—Juliano Zaiden Benvindo, University of Brasília
Reinhart Koselleck, one of the most prominent German historians of the twentieth century, once wrote that “conceptual change is generally slower and more gradual than the pace of political events.” Time and experience are required for properly grasping the distinct nuances of a concept. Every concept – he says – both conditions political events and is affected by such extra-linguistic forces. Particularly for constitutional lawyers, this premise means that we should be careful not to jump into general conceptualizations based on a single localized event, but, at the same time, acknowledge that “political and social history … can also be repeated in analogous structures.” This premise has become an even greater challenge in times of rapid information and increasing movements of so-called “democratic decay.” It is no wonder that, in the last years, constitutional scholars have grappled with the difficulty of interpreting phenomena while the available concepts have seemingly not presented themselves enough to capture the complexity and the speed of changing realities. Concepts such as democracy and constitutionalism, multifaceted and controversial as they are, have been associated with various adjectives in order to provide a more direct overview of current events. “Stealth authoritarianism,” “abusive constitutionalism,” “radical populism,” constitutional dismemberment,” “competitive authoritarianism,” and “symbolic constitutionalization” are just a few examples of this trend.
Amid a general bewilderment in the face of the many challenges to liberal principles and constitutional democracies around the world, Brazilian constitutional scholars, political scientists, and historians have also been struggling to comprehend the meaning of the sequence of events that have struck the country and their connection with some basic concepts. In a period of about five years, Brazil: 1) experienced the largest popular protests in recent history, which, in the end, became an unfocused movement ripe for co-option by traditional sectors of society; 2) elected the most conservative Congress ever since the end of the dictatorship; 3) endured a traumatic impeachment of President Dilma Rousseff; 4) saw the rise of an unelected President who is both highly unpopular and charged with involvement in a set of corruption schemes; 4) had the Speaker of the House and some other influential political figures arrested for corruption charges (many others are still under trial); 5) got used to a powerful, though also dysfunctional, Supreme Court exerting a moralizing role in politics; 6) and, on April 5, had ex-President Lula, the most popular and charismatic political leader in the country and a strong contender in the next national elections, surrender to police to start serving a 12-year prison sentence. For a country which was until recently seen as a success story in Latin America — The Economist, for example, had Brazil on the cover in 2010 with the title “Brazil takes off” — these many developments cause a mixture of perplexity and disillusionment.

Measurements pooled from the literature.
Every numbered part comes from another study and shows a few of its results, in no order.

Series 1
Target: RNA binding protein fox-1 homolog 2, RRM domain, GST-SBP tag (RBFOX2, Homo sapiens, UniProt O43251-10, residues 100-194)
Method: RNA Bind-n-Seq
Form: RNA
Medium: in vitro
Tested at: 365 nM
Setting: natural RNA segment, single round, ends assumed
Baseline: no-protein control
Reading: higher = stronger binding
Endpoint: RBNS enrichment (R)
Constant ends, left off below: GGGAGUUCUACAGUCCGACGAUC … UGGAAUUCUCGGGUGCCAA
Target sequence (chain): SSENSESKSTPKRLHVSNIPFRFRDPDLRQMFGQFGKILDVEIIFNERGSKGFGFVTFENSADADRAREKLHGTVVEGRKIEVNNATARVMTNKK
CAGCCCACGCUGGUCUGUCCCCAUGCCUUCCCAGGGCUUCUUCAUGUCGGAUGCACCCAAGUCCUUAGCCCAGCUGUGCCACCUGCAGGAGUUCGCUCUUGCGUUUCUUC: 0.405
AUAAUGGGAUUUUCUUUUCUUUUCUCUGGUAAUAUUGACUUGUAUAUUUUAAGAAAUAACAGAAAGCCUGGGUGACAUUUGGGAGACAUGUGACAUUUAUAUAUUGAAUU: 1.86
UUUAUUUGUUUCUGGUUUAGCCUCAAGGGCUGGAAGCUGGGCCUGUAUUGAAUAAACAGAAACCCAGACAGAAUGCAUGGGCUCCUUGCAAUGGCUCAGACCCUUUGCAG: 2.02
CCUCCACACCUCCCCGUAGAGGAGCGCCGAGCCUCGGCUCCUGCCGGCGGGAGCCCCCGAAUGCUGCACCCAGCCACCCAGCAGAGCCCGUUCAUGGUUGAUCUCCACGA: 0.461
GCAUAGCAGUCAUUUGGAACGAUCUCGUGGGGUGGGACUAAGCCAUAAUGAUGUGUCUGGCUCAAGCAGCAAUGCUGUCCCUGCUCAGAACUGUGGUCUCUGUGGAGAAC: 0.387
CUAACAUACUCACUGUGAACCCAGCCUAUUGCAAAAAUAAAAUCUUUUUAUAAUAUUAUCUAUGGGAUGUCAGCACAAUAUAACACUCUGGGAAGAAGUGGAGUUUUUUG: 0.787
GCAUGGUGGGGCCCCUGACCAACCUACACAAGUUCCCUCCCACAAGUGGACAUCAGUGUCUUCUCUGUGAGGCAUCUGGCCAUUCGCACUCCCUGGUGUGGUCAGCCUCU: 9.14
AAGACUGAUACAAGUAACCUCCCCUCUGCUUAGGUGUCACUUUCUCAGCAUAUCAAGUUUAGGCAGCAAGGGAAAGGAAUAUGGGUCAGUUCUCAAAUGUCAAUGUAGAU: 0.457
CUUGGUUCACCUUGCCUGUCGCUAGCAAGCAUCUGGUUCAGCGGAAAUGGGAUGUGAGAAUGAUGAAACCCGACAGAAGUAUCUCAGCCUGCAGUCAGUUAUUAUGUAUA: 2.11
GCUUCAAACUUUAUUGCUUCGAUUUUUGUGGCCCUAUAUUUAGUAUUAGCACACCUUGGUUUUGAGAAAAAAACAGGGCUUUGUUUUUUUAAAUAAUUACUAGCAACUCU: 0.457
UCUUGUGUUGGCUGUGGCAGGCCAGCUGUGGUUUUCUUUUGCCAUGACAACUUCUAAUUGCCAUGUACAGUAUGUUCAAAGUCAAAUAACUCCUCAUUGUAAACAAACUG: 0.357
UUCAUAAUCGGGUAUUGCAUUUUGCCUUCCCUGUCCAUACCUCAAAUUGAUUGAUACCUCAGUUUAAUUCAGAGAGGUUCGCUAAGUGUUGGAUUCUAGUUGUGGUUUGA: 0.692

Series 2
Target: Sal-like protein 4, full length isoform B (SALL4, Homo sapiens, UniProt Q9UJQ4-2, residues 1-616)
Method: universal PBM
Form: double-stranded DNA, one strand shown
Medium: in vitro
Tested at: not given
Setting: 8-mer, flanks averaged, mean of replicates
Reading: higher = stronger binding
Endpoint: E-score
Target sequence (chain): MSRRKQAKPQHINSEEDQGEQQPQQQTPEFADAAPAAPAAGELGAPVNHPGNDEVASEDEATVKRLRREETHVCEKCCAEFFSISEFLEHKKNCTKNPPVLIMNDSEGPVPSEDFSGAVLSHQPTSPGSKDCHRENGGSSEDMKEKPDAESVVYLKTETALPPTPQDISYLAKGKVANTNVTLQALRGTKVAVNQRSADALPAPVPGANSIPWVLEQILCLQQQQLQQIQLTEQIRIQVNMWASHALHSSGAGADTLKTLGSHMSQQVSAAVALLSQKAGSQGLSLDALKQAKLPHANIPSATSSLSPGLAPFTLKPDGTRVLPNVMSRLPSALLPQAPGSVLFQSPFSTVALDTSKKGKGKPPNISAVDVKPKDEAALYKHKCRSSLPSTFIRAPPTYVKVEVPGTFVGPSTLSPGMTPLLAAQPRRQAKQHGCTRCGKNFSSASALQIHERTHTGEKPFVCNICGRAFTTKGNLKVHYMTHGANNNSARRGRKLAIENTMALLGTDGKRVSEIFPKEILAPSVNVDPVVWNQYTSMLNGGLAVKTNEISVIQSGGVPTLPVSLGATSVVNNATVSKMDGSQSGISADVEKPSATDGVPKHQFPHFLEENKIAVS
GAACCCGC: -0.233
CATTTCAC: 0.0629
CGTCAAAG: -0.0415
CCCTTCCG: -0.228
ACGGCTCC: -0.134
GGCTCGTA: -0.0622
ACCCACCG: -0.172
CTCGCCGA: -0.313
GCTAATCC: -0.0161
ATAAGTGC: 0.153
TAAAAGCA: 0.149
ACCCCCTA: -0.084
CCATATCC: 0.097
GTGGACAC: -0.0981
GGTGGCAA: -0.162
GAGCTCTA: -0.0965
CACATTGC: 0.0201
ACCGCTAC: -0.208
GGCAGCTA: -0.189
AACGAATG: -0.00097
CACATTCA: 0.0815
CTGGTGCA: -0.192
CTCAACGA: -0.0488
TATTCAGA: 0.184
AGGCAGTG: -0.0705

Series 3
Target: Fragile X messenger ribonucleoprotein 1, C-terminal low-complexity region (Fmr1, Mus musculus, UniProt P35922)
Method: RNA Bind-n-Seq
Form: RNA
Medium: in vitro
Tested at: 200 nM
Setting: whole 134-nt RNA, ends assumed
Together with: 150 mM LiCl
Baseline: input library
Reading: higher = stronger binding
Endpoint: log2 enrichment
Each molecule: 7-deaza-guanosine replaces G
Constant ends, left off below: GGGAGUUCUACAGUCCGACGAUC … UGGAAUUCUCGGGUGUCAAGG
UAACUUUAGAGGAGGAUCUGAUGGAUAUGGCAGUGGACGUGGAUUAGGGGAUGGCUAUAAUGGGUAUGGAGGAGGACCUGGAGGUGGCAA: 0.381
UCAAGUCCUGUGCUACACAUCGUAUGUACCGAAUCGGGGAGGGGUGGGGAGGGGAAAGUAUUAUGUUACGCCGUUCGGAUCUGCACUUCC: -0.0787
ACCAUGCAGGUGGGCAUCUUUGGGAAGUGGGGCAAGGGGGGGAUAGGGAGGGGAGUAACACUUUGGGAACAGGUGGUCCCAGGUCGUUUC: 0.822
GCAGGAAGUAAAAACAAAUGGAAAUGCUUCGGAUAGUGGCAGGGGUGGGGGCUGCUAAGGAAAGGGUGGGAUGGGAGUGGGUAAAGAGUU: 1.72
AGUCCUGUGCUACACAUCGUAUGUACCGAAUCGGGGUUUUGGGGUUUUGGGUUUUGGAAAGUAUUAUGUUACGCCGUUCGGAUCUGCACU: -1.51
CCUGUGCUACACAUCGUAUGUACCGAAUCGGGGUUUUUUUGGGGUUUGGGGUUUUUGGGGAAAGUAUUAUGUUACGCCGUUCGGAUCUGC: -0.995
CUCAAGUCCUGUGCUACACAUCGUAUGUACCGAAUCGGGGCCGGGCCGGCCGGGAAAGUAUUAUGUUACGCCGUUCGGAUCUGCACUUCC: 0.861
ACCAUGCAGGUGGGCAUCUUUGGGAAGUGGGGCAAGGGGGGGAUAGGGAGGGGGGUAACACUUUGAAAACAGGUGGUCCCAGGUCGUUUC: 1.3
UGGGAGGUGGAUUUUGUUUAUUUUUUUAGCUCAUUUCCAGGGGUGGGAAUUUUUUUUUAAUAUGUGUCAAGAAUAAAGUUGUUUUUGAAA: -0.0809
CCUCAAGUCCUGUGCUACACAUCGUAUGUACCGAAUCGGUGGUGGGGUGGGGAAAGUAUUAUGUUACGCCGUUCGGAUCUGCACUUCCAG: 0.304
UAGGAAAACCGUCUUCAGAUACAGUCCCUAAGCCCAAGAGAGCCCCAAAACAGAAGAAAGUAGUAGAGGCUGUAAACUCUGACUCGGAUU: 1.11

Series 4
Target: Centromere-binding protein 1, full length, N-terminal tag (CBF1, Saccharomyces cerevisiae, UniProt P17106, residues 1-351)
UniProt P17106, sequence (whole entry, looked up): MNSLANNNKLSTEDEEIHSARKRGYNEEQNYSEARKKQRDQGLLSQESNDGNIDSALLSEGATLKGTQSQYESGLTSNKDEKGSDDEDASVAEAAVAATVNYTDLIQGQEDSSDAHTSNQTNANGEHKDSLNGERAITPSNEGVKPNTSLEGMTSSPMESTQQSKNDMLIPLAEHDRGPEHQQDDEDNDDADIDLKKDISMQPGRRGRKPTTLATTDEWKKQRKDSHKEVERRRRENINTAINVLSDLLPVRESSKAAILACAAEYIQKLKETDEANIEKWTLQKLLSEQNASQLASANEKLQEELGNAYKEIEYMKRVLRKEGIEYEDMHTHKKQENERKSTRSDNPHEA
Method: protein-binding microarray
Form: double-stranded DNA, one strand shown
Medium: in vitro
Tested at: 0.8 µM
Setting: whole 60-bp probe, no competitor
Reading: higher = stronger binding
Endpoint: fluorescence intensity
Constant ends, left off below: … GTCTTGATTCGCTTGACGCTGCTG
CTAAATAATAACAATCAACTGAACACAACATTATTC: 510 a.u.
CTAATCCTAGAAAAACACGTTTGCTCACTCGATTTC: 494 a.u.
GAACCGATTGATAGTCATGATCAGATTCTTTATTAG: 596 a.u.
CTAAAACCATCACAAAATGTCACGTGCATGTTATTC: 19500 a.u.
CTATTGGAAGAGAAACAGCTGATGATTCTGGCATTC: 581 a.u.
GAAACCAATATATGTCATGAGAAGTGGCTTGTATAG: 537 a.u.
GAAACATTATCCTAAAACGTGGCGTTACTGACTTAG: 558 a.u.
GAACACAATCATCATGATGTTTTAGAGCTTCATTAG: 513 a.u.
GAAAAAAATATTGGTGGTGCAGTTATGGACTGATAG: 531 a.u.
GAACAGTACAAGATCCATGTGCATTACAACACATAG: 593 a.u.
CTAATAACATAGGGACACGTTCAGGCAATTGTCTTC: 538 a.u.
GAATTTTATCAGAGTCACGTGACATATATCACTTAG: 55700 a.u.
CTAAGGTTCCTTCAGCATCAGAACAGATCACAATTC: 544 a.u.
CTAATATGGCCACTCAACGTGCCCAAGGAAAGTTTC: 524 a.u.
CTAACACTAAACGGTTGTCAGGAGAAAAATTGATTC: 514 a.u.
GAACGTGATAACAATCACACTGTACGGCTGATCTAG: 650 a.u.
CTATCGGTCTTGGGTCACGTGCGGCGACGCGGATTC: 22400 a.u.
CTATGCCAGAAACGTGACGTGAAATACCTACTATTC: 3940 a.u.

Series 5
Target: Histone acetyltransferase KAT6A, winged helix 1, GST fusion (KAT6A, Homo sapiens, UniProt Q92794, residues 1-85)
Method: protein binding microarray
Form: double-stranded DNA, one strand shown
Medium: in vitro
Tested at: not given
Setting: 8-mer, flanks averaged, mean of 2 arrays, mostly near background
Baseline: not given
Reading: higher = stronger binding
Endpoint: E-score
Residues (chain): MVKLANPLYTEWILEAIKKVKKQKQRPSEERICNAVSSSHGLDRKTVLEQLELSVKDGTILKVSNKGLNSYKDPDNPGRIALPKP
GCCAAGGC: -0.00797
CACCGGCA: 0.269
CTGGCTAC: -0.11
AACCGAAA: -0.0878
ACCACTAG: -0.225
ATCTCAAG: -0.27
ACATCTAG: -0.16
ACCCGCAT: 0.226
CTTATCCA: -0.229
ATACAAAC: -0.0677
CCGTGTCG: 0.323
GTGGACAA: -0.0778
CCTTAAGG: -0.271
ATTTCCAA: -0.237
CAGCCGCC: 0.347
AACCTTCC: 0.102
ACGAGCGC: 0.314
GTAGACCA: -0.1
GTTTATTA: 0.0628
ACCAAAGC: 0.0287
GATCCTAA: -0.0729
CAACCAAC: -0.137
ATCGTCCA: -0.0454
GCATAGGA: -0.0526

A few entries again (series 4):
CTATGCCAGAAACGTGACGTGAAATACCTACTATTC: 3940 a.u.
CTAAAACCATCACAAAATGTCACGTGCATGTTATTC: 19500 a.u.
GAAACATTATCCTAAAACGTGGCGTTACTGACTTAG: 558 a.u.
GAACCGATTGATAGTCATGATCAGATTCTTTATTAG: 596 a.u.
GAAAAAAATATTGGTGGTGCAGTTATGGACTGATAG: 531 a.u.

Brazilian constitutional scholars have usually acknowledged and praised the democratic achievements the country has endured since the transition to democracy in 1985, and particularly the drafting of the Constitution of 1988, the most popular and inclusive ever in Brazilian history. Although the country continues to suffer from many of the evils and afflictions of a young democracy after years of authoritarianism, the last thirty years have shown effective progress in many areas while a certain enthusiasm for this new constitutional moment became widespread in academic circles. Until recently, the entrenched polarization of Brazilian society, in many respects connected to high levels of social inequality, seemed tamed through satisfaction of interests and stability. Lula’s election as President in 2002 and his government would consecrate this conciliatory model. Lula even wrote a document titled “Letter to the Brazilian People”, where the words “ample national negotiation” and “responsible and courageous changes” appeared to appease both capitalists and their opponents. Lula left office in 2010 with visible achievements in his government, such as the substantial reduction of poverty and a booming economy, reaching an 87 percent approval rating. A pragmatist and a conciliator, some interpreted his government as a typical gradual reform to overcome poverty, though through a conservative pact that would not directly challenge longstanding privileges of various sectors of Brazilian society. Others would stress that one of his main legacies was the stabilization of the Brazilian party system, at least in the Executive Branch, with disputes now being structured between the center-left Worker’s Party (PT) and the center-right Brazilian Social Democrat Party (PSDB), thereby strengthening Brazilian democracy.